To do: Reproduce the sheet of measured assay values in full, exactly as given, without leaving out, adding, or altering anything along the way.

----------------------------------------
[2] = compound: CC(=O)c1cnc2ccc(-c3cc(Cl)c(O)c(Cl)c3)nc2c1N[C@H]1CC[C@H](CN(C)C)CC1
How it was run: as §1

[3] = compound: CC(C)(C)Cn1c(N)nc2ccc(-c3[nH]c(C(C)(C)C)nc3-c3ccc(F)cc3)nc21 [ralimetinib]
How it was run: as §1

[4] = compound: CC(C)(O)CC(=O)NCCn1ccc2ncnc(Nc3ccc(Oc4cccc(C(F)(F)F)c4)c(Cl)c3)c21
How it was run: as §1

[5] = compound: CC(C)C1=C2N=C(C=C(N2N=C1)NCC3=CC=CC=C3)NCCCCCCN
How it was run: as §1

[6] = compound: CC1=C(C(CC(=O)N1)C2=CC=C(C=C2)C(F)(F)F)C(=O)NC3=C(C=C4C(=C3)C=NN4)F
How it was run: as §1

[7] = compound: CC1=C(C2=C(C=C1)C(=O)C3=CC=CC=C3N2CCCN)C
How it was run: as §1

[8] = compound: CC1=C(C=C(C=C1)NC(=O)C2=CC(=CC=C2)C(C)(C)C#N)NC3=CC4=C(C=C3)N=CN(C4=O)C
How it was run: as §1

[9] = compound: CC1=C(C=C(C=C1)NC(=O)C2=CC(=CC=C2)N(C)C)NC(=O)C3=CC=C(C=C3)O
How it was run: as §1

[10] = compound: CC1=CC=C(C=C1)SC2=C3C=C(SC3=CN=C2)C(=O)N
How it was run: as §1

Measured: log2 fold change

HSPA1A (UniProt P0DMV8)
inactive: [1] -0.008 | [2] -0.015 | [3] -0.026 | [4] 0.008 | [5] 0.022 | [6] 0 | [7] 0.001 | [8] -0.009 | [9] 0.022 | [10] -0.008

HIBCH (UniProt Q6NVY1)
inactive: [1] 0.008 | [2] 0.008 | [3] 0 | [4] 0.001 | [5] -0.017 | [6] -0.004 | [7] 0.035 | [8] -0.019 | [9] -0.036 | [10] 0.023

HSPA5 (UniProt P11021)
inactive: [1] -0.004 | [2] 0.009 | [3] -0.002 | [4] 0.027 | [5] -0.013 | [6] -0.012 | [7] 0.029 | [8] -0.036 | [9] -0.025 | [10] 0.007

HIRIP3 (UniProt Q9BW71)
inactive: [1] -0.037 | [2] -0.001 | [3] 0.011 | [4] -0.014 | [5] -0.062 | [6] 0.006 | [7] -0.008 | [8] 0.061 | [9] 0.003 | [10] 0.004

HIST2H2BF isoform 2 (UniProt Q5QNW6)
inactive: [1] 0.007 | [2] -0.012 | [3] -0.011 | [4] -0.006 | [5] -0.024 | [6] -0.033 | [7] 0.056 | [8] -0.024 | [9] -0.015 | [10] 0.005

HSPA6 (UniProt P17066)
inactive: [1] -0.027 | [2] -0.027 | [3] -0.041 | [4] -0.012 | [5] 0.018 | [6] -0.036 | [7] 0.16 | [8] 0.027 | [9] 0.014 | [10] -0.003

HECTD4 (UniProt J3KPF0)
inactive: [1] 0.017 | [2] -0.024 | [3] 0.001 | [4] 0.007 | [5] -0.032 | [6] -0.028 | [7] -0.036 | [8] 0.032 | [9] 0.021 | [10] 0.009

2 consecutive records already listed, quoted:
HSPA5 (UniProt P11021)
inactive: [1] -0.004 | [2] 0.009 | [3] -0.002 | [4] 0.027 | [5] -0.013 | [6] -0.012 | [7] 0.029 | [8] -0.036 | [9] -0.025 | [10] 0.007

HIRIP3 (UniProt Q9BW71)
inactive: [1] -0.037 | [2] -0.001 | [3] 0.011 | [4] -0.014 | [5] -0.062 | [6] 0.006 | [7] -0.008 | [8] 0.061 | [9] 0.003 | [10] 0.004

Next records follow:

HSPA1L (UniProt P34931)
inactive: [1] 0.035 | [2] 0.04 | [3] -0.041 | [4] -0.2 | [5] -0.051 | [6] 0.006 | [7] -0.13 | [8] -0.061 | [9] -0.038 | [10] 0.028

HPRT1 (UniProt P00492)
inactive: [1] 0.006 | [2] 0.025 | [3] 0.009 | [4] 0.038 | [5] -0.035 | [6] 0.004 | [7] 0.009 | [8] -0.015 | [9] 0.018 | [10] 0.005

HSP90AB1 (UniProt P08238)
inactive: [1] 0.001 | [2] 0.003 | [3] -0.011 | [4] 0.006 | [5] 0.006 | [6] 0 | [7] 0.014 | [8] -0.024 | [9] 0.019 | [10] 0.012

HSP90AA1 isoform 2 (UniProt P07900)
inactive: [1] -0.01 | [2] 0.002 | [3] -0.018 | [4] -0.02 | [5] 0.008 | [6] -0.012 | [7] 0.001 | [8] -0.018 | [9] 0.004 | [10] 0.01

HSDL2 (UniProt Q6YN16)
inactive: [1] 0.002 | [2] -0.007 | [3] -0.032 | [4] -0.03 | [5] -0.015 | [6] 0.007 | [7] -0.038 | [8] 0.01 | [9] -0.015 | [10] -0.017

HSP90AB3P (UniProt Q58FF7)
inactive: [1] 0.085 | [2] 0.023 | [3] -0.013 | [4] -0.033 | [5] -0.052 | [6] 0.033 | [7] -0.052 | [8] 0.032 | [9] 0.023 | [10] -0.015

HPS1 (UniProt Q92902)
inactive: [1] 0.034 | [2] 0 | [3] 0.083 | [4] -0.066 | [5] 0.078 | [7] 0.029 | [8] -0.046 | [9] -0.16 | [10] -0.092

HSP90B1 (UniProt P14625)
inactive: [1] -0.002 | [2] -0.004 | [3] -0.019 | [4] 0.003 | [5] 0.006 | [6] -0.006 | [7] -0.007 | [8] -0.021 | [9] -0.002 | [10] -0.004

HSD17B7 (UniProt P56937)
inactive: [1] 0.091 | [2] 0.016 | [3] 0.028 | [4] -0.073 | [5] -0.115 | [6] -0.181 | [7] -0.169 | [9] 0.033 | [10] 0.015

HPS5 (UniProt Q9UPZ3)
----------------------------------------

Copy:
[2] = compound: CC(=O)c1cnc2ccc(-c3cc(Cl)c(O)c(Cl)c3)nc2c1N[C@H]1CC[C@H](CN(C)C)CC1
How it was run: as §1

[3] = compound: CC(C)(C)Cn1c(N)nc2ccc(-c3[nH]c(C(C)(C)C)nc3-c3ccc(F)cc3)nc21 [ralimetinib]
How it was run: as §1

[4] = compound: CC(C)(O)CC(=O)NCCn1ccc2ncnc(Nc3ccc(Oc4cccc(C(F)(F)F)c4)c(Cl)c3)c21
How it was run: as §1

[5] = compound: CC(C)C1=C2N=C(C=C(N2N=C1)NCC3=CC=CC=C3)NCCCCCCN
How it was run: as §1

[6] = compound: CC1=C(C(CC(=O)N1)C2=CC=C(C=C2)C(F)(F)F)C(=O)NC3=C(C=C4C(=C3)C=NN4)F
How it was run: as §1

[7] = compound: CC1=C(C2=C(C=C1)C(=O)C3=CC=CC=C3N2CCCN)C
How it was run: as §1

[8] = compound: CC1=C(C=C(C=C1)NC(=O)C2=CC(=CC=C2)C(C)(C)C#N)NC3=CC4=C(C=C3)N=CN(C4=O)C
How it was run: as §1

[9] = compound: CC1=C(C=C(C=C1)NC(=O)C2=CC(=CC=C2)N(C)C)NC(=O)C3=CC=C(C=C3)O
How it was run: as §1

[10] = compound: CC1=CC=C(C=C1)SC2=C3C=C(SC3=CN=C2)C(=O)N
How it was run: as §1

Measured: log2 fold change

HSPA1A (UniProt P0DMV8)
inactive: [1] -0.008 | [2] -0.015 | [3] -0.026 | [4] 0.008 | [5] 0.022 | [6] 0 | [7] 0.001 | [8] -0.009 | [9] 0.022 | [10] -0.008

HIBCH (UniProt Q6NVY1)
inactive: [1] 0.008 | [2] 0.008 | [3] 0 | [4] 0.001 | [5] -0.017 | [6] -0.004 | [7] 0.035 | [8] -0.019 | [9] -0.036 | [10] 0.023

HSPA5 (UniProt P11021)
inactive: [1] -0.004 | [2] 0.009 | [3] -0.002 | [4] 0.027 | [5] -0.013 | [6] -0.012 | [7] 0.029 | [8] -0.036 | [9] -0.025 | [10] 0.007

HIRIP3 (UniProt Q9BW71)
inactive: [1] -0.037 | [2] -0.001 | [3] 0.011 | [4] -0.014 | [5] -0.062 | [6] 0.006 | [7] -0.008 | [8] 0.061 | [9] 0.003 | [10] 0.004

HIST2H2BF isoform 2 (UniProt Q5QNW6)
inactive: [1] 0.007 | [2] -0.012 | [3] -0.011 | [4] -0.006 | [5] -0.024 | [6] -0.033 | [7] 0.056 | [8] -0.024 | [9] -0.015 | [10] 0.005

HSPA6 (UniProt P17066)
inactive: [1] -0.027 | [2] -0.027 | [3] -0.041 | [4] -0.012 | [5] 0.018 | [6] -0.036 | [7] 0.16 | [8] 0.027 | [9] 0.014 | [10] -0.003

HECTD4 (UniProt J3KPF0)
inactive: [1] 0.017 | [2] -0.024 | [3] 0.001 | [4] 0.007 | [5] -0.032 | [6] -0.028 | [7] -0.036 | [8] 0.032 | [9] 0.021 | [10] 0.009

2 consecutive records already listed, quoted:
HSPA5 (UniProt P11021)
inactive: [1] -0.004 | [2] 0.009 | [3] -0.002 | [4] 0.027 | [5] -0.013 | [6] -0.012 | [7] 0.029 | [8] -0.036 | [9] -0.025 | [10] 0.007

HIRIP3 (UniProt Q9BW71)
inactive: [1] -0.037 | [2] -0.001 | [3] 0.011 | [4] -0.014 | [5] -0.062 | [6] 0.006 | [7] -0.008 | [8] 0.061 | [9] 0.003 | [10] 0.004

Next records follow:

HSPA1L (UniProt P34931)
inactive: [1] 0.035 | [2] 0.04 | [3] -0.041 | [4] -0.2 | [5] -0.051 | [6] 0.006 | [7] -0.13 | [8] -0.061 | [9] -0.038 | [10] 0.028

HPRT1 (UniProt P00492)
inactive: [1] 0.006 | [2] 0.025 | [3] 0.009 | [4] 0.038 | [5] -0.035 | [6] 0.004 | [7] 0.009 | [8] -0.015 | [9] 0.018 | [10] 0.005

HSP90AB1 (UniProt P08238)
inactive: [1] 0.001 | [2] 0.003 | [3] -0.011 | [4] 0.006 | [5] 0.006 | [6] 0 | [7] 0.014 | [8] -0.024 | [9] 0.019 | [10] 0.012

HSP90AA1 isoform 2 (UniProt P07900)
inactive: [1] -0.01 | [2] 0.002 | [3] -0.018 | [4] -0.02 | [5] 0.008 | [6] -0.012 | [7] 0.001 | [8] -0.018 | [9] 0.004 | [10] 0.01

HSDL2 (UniProt Q6YN16)
inactive: [1] 0.002 | [2] -0.007 | [3] -0.032 | [4] -0.03 | [5] -0.015 | [6] 0.007 | [7] -0.038 | [8] 0.01 | [9] -0.015 | [10] -0.017

HSP90AB3P (UniProt Q58FF7)
inactive: [1] 0.085 | [2] 0.023 | [3] -0.013 | [4] -0.033 | [5] -0.052 | [6] 0.033 | [7] -0.052 | [8] 0.032 | [9] 0.023 | [10] -0.015

HPS1 (UniProt Q92902)
inactive: [1] 0.034 | [2] 0 | [3] 0.083 | [4] -0.066 | [5] 0.078 | [7] 0.029 | [8] -0.046 | [9] -0.16 | [10] -0.092

HSP90B1 (UniProt P14625)
inactive: [1] -0.002 | [2] -0.004 | [3] -0.019 | [4] 0.003 | [5] 0.006 | [6] -0.006 | [7] -0.007 | [8] -0.021 | [9] -0.002 | [10] -0.004

HSD17B7 (UniProt P56937)
inactive: [1] 0.091 | [2] 0.016 | [3] 0.028 | [4] -0.073 | [5] -0.115 | [6] -0.181 | [7] -0.169 | [9] 0.033 | [10] 0.015

HPS5 (UniProt Q9UPZ3)